SOUTH CAROLINA — An international association ofjournalism educators has formally expressed its concern over thepost-Sept. 11 policies of the Bush administration.
The Association for Education in Journalism and Mass Communications,a U.S.-based organization of 3,300 professors, scholars and practitionersof journalism and mass media, announced its concern in the formof three resolutions passed by its executive committee.
"No one denies the imperative of free nations to act stronglyagainst terrorism and terrorists," the resolutions state,"but such measures should be undertaken judiciously and inbalance with the freedoms for which America stands."
The group is sending its comments to members of the Bush administration,Congress, and selected other governmental and nongovernmentalorganizations in hopes of spurring public debate on the issue.
The first resolution calls for law enforcement agencies tomake public the names of detained individuals. Shortly after Sept.11, the Justice Department announced that it would stop releasinginformation relating to those incarcerated in the anti-terrorisminvestigation. "A free society simply cannot stand by quietly,"the resolution stated, "when people are taken from its midstand the government refuses to identify those it has captured."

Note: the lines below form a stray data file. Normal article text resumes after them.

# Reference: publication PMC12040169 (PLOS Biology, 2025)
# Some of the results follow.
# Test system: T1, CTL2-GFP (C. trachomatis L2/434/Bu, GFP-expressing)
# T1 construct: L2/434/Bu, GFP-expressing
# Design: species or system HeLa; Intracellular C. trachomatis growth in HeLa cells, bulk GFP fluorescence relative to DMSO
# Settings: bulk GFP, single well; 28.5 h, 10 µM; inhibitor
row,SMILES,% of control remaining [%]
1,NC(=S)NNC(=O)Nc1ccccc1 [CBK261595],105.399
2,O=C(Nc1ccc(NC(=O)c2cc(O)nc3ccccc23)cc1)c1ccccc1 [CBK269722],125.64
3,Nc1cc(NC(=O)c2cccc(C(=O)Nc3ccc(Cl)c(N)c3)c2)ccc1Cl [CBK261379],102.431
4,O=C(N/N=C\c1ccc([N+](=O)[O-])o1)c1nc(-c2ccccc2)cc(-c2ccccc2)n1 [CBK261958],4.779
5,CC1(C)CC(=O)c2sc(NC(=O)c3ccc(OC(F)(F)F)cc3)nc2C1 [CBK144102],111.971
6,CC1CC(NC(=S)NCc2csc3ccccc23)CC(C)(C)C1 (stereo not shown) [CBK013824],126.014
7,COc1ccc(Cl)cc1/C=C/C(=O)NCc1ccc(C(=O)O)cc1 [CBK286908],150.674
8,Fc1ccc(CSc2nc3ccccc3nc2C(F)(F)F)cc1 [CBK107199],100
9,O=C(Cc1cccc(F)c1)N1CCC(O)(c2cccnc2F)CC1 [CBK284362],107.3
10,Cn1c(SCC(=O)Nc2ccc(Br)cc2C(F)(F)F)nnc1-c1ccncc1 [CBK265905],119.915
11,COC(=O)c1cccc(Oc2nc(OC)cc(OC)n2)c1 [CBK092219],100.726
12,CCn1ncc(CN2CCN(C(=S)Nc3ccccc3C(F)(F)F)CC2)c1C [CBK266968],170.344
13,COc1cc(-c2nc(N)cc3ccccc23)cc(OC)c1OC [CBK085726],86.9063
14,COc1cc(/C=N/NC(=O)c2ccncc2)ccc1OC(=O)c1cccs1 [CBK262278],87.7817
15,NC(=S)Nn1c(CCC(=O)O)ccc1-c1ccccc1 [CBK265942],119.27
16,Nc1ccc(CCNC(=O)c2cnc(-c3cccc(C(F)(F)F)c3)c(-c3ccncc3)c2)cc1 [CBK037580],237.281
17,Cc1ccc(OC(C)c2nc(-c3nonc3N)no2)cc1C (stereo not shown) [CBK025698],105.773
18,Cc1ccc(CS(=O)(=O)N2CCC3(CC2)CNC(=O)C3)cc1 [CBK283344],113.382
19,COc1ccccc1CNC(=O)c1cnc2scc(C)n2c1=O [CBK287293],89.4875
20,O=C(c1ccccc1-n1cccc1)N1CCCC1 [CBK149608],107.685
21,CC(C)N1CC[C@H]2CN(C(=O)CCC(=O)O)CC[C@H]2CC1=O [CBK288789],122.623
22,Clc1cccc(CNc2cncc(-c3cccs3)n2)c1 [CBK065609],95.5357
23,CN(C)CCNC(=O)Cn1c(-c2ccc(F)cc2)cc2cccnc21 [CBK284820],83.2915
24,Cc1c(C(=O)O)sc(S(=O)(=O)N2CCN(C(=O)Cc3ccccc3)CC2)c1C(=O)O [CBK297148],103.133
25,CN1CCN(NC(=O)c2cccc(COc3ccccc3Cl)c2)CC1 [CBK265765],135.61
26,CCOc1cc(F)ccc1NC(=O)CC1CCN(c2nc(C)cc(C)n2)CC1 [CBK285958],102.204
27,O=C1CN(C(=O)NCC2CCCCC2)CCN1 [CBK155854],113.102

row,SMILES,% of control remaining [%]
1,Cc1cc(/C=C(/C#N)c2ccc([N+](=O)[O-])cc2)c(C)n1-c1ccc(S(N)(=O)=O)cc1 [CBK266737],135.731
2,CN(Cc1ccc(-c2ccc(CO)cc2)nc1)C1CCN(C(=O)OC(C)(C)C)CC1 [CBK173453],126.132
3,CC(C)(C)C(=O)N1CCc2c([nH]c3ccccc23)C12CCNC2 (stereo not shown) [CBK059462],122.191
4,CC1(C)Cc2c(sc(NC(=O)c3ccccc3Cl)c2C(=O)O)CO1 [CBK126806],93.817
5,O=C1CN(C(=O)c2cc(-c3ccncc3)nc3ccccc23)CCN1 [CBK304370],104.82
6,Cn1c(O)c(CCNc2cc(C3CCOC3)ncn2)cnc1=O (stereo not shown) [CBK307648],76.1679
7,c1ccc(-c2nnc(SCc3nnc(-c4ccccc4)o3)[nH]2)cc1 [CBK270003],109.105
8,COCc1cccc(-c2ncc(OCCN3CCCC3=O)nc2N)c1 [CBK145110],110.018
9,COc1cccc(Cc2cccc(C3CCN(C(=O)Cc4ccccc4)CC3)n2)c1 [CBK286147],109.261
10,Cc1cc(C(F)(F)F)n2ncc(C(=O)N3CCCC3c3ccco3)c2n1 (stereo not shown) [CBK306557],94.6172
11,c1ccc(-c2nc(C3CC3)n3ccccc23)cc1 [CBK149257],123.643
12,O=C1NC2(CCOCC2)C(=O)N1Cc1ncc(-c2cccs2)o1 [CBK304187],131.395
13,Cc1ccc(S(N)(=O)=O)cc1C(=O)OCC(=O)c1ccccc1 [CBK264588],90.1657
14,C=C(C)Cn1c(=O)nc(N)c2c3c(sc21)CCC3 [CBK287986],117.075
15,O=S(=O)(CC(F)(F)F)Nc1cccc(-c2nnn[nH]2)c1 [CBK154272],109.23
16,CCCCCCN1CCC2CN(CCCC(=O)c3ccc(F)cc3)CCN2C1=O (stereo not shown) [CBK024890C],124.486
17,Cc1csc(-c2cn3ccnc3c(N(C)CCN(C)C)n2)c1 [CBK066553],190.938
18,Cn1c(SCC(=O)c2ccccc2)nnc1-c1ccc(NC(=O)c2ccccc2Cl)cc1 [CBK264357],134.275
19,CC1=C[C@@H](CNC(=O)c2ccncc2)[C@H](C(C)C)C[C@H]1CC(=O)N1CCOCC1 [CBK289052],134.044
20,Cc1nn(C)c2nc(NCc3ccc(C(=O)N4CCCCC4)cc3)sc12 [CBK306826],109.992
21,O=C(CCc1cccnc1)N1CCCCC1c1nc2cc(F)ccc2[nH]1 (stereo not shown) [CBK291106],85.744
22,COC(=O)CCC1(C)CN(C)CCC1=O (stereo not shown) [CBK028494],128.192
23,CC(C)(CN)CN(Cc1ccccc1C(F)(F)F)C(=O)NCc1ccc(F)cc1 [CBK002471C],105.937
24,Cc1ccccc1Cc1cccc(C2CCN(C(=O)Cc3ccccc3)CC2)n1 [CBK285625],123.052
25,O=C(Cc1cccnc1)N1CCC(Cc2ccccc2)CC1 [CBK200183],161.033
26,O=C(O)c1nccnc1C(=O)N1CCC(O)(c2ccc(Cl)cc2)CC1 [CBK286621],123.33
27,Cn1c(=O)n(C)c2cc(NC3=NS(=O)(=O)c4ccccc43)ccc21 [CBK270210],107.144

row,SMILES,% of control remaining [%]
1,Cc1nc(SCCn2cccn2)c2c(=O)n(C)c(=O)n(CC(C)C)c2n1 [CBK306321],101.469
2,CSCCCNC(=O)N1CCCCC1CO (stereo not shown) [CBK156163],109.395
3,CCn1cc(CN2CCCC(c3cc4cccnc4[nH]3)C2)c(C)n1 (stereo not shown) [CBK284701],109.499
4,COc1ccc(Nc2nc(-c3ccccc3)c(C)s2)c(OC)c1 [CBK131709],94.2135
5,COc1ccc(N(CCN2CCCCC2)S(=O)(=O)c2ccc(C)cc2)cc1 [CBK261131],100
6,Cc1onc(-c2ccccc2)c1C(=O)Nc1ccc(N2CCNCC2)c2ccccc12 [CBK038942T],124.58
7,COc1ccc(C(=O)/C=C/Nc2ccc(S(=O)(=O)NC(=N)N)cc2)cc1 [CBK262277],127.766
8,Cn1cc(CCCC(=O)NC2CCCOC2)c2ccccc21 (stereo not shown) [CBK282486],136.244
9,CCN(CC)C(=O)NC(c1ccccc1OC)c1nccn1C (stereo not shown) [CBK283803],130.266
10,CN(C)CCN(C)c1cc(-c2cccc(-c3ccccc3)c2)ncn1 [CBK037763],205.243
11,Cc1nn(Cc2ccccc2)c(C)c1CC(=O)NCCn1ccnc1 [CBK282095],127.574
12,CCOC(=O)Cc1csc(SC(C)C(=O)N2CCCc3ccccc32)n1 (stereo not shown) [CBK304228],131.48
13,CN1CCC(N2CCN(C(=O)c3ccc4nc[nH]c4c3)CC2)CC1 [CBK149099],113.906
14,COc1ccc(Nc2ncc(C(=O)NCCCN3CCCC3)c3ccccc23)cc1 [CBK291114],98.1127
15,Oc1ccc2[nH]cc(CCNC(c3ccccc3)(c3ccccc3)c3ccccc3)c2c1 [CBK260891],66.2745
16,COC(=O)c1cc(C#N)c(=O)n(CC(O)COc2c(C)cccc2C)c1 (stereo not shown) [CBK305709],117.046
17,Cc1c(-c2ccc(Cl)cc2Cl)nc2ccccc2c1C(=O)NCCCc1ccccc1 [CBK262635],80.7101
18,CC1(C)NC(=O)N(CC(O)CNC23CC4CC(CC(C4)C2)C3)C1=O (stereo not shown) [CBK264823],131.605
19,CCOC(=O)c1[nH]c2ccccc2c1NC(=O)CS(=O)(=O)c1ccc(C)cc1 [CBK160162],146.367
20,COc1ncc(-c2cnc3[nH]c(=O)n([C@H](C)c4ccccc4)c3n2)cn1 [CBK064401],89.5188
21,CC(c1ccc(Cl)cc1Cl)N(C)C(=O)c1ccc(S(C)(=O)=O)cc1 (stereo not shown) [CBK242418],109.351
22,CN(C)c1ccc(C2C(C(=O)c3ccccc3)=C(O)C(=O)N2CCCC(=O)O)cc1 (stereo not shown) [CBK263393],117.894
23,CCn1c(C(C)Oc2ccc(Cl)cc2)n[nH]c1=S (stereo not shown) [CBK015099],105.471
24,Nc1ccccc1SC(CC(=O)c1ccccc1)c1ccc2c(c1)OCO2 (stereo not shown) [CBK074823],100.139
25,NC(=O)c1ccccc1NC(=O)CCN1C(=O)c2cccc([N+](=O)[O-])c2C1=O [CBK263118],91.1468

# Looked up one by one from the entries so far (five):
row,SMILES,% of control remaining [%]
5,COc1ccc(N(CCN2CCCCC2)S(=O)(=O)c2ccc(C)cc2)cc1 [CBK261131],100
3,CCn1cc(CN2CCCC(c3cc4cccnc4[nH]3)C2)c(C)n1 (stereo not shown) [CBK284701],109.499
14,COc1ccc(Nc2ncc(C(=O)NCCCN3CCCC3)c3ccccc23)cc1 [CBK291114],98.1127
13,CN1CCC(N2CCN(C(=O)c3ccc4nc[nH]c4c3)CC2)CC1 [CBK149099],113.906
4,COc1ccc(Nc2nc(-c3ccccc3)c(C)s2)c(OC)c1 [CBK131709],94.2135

The second resolution criticizes the military tribunals PresidentBush has said he will use to try terrorist suspects. "Thesecret tribunals ordered by the Bush administration look verymuch like summary courts in other nations against which the UnitedStates has protested vigorously as running counter to due process,"the resolution observed. The group asks that the executive andlegislative branches review and revise these measures.
The final resolution protests administration policies "thathave served to curb the free flow of information necessary toa democratic society." This section is aimed at a recentmemo from Attorney General John Ashcroft, which urged federalemployees to resist Freedom of Information Act requests. "WhileAEJMC strongly supports efforts to fight international terrorism,its leaders submit that a well informed citizenry is a betterdefense against acts of terror than a citizenry left in the darkby its elected leaders," the group said.
Said Joe Foote, the organization’s president and director ofthe Walter Cronkite School of Journalism and Mass Communicationat Arizona State University, "The AEJMC Executive Committeeis particularly interested in seeing that journalists maintainthe kind of access to government that they have traditionallyenjoyed in a democracy."